Communication done poorly is one of the most common causes of congregational conflict. Here are some practices to help your board avoid common pitfalls.
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Confidentiality and Healthy Disclosures
Balancing transparency and confidentiality can be challenging for congregational board members, staff and other leaders who have access to sensitive information. Healthy, vibrant systems need as much open communication as possible.
Creating Healthy Communication Channels
The flow of information in an organization is a bit like the flow of water after a rain. Ideally, the information is shared evenly, and the members are able to absorb it like loamy soil. But information that triggers anxiety can be like a heavy rain. Without established channels, information will create its own channels, possible eroding trust or creating other damage.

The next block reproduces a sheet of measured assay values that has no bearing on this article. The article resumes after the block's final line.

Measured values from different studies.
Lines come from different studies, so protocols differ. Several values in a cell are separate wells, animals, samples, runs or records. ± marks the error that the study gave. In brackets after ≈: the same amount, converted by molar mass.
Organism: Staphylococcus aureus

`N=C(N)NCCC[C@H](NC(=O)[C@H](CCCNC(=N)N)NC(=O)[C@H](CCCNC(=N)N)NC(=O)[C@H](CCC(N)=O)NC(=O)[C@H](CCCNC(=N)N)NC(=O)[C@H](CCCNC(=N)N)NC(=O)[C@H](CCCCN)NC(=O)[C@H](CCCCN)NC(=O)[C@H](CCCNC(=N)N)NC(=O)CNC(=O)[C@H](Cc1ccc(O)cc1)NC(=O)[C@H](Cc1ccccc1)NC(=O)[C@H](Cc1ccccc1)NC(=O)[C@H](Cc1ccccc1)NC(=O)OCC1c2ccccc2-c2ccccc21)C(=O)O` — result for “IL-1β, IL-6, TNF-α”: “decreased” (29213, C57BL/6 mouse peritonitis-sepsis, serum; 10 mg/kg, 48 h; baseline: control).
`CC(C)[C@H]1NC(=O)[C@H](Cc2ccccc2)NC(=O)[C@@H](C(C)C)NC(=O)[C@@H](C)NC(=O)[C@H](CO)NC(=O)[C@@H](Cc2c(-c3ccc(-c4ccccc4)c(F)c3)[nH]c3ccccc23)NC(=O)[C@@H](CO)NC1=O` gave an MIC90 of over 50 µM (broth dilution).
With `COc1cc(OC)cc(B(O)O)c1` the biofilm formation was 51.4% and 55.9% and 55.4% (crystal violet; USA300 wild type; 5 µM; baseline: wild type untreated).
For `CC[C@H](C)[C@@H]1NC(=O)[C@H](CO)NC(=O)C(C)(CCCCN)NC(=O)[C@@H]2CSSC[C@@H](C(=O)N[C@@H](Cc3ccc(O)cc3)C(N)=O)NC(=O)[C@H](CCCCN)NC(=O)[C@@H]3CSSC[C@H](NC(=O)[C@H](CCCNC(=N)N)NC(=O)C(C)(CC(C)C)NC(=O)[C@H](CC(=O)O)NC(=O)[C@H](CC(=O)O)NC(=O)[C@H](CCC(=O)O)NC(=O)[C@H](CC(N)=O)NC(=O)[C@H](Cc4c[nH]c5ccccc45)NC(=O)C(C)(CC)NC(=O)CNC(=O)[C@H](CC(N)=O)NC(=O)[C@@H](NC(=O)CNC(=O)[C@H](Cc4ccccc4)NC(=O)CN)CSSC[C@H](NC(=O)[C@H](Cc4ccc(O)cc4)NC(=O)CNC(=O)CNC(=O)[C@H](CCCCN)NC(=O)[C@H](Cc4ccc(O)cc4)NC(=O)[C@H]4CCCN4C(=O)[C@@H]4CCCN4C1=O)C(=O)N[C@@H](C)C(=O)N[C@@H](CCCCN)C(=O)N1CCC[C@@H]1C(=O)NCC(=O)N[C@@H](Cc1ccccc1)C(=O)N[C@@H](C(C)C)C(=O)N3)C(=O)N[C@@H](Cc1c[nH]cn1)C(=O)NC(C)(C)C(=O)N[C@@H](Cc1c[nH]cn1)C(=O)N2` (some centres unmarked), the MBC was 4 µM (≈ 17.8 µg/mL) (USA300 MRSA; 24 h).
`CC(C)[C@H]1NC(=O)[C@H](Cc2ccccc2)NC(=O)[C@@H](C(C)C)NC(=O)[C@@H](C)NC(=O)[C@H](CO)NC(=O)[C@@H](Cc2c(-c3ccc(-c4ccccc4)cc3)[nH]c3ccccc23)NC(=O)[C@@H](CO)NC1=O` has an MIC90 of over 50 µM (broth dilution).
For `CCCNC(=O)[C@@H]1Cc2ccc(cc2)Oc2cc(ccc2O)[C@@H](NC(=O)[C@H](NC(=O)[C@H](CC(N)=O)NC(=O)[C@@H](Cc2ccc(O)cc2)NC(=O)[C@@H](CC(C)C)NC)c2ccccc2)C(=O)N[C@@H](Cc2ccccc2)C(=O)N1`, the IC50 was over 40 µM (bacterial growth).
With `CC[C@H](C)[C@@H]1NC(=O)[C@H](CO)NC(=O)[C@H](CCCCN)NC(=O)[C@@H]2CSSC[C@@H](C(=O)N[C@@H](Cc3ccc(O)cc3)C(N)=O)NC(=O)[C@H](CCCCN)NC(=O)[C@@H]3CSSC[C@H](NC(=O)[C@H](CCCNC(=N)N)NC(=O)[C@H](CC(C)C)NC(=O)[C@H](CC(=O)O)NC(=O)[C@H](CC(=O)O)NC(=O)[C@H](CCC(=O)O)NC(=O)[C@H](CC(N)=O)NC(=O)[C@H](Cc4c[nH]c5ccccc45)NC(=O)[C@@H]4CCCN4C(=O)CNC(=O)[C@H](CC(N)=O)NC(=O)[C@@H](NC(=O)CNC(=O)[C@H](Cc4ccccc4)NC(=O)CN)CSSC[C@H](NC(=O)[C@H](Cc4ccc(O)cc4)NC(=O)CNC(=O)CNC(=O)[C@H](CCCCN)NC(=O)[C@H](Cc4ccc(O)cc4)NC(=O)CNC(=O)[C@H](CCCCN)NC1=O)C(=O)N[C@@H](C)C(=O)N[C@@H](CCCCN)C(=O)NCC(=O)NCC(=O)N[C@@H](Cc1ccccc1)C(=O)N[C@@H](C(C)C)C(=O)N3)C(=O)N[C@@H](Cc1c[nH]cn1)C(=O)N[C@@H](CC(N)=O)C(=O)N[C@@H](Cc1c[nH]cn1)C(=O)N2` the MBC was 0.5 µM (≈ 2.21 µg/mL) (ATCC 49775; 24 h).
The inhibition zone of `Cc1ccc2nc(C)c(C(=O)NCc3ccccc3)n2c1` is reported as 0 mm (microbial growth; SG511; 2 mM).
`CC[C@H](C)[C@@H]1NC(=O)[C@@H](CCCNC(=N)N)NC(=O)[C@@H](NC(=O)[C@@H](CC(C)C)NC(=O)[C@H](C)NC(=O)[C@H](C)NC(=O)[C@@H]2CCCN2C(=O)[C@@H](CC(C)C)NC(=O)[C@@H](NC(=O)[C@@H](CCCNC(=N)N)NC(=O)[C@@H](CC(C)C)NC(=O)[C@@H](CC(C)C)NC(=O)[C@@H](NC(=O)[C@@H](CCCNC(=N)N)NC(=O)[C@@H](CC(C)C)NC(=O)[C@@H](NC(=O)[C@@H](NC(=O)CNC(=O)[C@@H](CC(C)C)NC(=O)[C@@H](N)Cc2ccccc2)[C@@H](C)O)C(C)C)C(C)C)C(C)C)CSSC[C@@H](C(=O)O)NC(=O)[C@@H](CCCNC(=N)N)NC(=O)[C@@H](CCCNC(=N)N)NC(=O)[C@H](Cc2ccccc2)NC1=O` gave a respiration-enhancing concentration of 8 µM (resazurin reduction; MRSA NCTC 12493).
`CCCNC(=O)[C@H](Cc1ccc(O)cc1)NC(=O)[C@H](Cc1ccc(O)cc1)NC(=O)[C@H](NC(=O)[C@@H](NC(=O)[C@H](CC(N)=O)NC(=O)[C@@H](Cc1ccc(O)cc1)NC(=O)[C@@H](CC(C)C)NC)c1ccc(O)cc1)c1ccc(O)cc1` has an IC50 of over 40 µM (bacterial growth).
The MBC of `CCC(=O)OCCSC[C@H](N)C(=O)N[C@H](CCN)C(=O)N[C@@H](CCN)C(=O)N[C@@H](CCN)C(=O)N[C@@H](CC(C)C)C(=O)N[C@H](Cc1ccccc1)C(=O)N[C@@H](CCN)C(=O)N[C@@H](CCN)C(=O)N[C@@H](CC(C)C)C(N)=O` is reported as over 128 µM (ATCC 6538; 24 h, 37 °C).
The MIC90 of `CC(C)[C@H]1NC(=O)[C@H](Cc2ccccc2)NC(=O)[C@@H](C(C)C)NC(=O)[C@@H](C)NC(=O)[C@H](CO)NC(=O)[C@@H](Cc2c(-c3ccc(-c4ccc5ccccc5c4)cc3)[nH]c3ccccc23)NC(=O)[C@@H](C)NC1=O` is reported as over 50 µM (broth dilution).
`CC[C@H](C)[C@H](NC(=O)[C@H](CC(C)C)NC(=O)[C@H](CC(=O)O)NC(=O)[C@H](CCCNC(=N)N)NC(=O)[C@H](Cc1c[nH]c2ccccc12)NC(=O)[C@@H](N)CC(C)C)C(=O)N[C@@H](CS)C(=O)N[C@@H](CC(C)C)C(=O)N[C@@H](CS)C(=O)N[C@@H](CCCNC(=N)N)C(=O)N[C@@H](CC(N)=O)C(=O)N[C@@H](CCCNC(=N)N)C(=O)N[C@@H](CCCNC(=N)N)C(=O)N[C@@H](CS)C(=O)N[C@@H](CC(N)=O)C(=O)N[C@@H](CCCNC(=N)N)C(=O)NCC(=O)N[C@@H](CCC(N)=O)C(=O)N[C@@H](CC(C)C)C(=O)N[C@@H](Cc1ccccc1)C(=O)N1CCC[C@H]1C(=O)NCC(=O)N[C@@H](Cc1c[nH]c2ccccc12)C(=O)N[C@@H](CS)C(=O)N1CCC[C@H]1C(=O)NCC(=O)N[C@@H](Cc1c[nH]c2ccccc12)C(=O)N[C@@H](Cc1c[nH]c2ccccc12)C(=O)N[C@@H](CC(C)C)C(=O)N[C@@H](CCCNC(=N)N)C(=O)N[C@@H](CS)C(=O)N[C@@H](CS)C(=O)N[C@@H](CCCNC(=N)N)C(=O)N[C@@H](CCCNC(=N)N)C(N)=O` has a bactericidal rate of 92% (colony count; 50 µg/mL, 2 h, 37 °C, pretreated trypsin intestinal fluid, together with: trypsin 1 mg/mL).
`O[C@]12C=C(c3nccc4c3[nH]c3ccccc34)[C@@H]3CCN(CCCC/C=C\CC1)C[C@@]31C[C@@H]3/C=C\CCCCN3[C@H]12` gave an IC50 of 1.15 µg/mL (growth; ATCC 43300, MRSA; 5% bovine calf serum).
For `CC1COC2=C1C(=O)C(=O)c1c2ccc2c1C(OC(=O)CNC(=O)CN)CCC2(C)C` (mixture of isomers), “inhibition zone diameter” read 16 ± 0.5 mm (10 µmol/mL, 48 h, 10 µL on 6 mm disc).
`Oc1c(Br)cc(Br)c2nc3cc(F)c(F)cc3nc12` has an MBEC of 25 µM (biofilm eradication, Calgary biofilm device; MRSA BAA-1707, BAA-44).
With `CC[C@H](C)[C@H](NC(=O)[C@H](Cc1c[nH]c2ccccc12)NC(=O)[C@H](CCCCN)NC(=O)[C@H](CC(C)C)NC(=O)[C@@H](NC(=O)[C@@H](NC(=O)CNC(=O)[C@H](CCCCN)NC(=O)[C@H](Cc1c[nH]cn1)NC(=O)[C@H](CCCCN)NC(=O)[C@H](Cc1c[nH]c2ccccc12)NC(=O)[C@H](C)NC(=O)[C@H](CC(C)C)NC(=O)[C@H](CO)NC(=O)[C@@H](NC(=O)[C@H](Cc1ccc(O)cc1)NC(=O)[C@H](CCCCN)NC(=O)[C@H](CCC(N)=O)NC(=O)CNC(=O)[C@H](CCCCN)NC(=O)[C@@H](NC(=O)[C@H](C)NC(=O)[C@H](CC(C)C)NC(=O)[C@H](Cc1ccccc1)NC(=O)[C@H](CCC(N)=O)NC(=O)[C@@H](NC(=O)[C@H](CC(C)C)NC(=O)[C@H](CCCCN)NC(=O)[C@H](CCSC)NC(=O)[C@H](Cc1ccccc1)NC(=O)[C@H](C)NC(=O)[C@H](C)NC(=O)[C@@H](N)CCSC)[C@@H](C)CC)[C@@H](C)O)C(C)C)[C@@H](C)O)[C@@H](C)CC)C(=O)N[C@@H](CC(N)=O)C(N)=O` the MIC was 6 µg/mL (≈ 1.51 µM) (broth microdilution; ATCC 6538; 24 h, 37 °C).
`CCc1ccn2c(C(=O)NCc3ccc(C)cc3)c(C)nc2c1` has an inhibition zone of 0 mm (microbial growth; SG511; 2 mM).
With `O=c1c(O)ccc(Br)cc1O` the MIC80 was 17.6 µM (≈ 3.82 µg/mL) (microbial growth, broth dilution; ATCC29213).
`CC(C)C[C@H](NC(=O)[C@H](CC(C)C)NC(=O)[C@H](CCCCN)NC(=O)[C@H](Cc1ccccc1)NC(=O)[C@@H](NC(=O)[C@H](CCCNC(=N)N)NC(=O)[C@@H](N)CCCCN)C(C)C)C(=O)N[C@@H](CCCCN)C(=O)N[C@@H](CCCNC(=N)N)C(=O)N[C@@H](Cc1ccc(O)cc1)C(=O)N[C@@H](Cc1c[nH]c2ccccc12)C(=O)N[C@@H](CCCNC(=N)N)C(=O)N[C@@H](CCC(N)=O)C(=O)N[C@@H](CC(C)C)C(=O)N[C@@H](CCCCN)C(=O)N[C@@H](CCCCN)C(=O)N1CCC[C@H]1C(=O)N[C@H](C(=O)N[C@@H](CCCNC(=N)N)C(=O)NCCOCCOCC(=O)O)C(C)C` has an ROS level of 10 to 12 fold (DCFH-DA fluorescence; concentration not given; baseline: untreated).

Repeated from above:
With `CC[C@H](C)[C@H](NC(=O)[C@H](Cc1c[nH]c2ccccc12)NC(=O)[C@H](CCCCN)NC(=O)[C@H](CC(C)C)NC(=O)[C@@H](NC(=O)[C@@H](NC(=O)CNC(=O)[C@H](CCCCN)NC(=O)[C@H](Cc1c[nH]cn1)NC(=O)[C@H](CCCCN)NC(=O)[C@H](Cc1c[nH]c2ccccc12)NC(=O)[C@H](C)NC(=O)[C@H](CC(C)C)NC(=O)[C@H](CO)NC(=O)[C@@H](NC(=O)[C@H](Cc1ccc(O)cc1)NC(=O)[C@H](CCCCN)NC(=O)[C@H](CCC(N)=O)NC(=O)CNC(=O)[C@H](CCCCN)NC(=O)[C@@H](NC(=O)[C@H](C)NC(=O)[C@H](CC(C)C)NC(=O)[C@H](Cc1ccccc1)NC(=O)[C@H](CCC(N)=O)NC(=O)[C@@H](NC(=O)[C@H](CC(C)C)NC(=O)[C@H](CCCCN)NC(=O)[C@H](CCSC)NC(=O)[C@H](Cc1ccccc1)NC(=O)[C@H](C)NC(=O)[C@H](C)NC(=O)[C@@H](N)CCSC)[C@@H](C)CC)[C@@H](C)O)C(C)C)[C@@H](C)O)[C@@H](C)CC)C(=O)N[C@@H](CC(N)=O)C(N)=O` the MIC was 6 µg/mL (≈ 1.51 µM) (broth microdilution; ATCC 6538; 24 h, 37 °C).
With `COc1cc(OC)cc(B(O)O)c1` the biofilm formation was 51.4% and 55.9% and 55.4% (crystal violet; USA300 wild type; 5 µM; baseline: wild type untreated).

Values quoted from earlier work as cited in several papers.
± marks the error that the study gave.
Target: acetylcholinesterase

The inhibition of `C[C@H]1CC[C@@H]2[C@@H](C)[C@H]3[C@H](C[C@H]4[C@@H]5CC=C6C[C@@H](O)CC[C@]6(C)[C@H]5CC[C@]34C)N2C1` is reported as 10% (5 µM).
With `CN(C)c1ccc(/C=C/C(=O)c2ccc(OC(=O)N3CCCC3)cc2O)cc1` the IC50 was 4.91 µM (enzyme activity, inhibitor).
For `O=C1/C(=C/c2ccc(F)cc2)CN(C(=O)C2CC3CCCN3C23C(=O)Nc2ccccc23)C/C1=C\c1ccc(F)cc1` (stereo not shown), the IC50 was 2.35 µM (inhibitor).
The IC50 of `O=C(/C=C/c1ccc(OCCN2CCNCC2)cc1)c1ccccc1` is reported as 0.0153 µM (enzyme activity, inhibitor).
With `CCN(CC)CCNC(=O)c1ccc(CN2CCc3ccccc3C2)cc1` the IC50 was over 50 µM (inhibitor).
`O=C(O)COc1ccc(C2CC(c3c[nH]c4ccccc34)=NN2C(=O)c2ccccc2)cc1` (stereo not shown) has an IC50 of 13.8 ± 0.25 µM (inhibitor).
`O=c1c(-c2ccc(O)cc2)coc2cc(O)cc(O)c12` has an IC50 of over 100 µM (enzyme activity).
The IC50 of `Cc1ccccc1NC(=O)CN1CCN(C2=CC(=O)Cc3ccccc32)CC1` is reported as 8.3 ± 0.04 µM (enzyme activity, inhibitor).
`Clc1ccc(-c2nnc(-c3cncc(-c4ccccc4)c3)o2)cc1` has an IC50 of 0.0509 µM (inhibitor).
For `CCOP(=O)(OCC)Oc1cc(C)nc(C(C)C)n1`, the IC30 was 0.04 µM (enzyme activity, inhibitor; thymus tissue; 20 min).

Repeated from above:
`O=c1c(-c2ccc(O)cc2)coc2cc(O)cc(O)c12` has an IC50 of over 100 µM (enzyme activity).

Avoiding "Parking Lot" Conversations
Healthy and transparent communications happen in accountable settings. Many local governments have "Sunshine Laws" that prevent government officials from meeting, to prevent "backroom dealing" and other covert communications the undermine transparency. In a healthy congregation, it's essential to keep communication flowing where everyone is at the table and "in covenant." Thoughts, ideas and feelings about a topic of concern should be shared in the meeting among all of the people on the board, committee or team -- not among a subset of folks who might gossip in the parking lot after the meeting.
In the 21st Century, we have email and social media that sometimes provide a platform for similar unhealthy conversations. The board can set a tone for how healthy communications happen.
The Peril of Anonymous Feedback
Healthy and transparent communication needs to be mutual, with all parties taking responsibility for their words. Leaders should have firm policies against accepting anonymous feedback. And yet, there are times when cultural differences or power differentials require a nuanced understanding of healthy communication.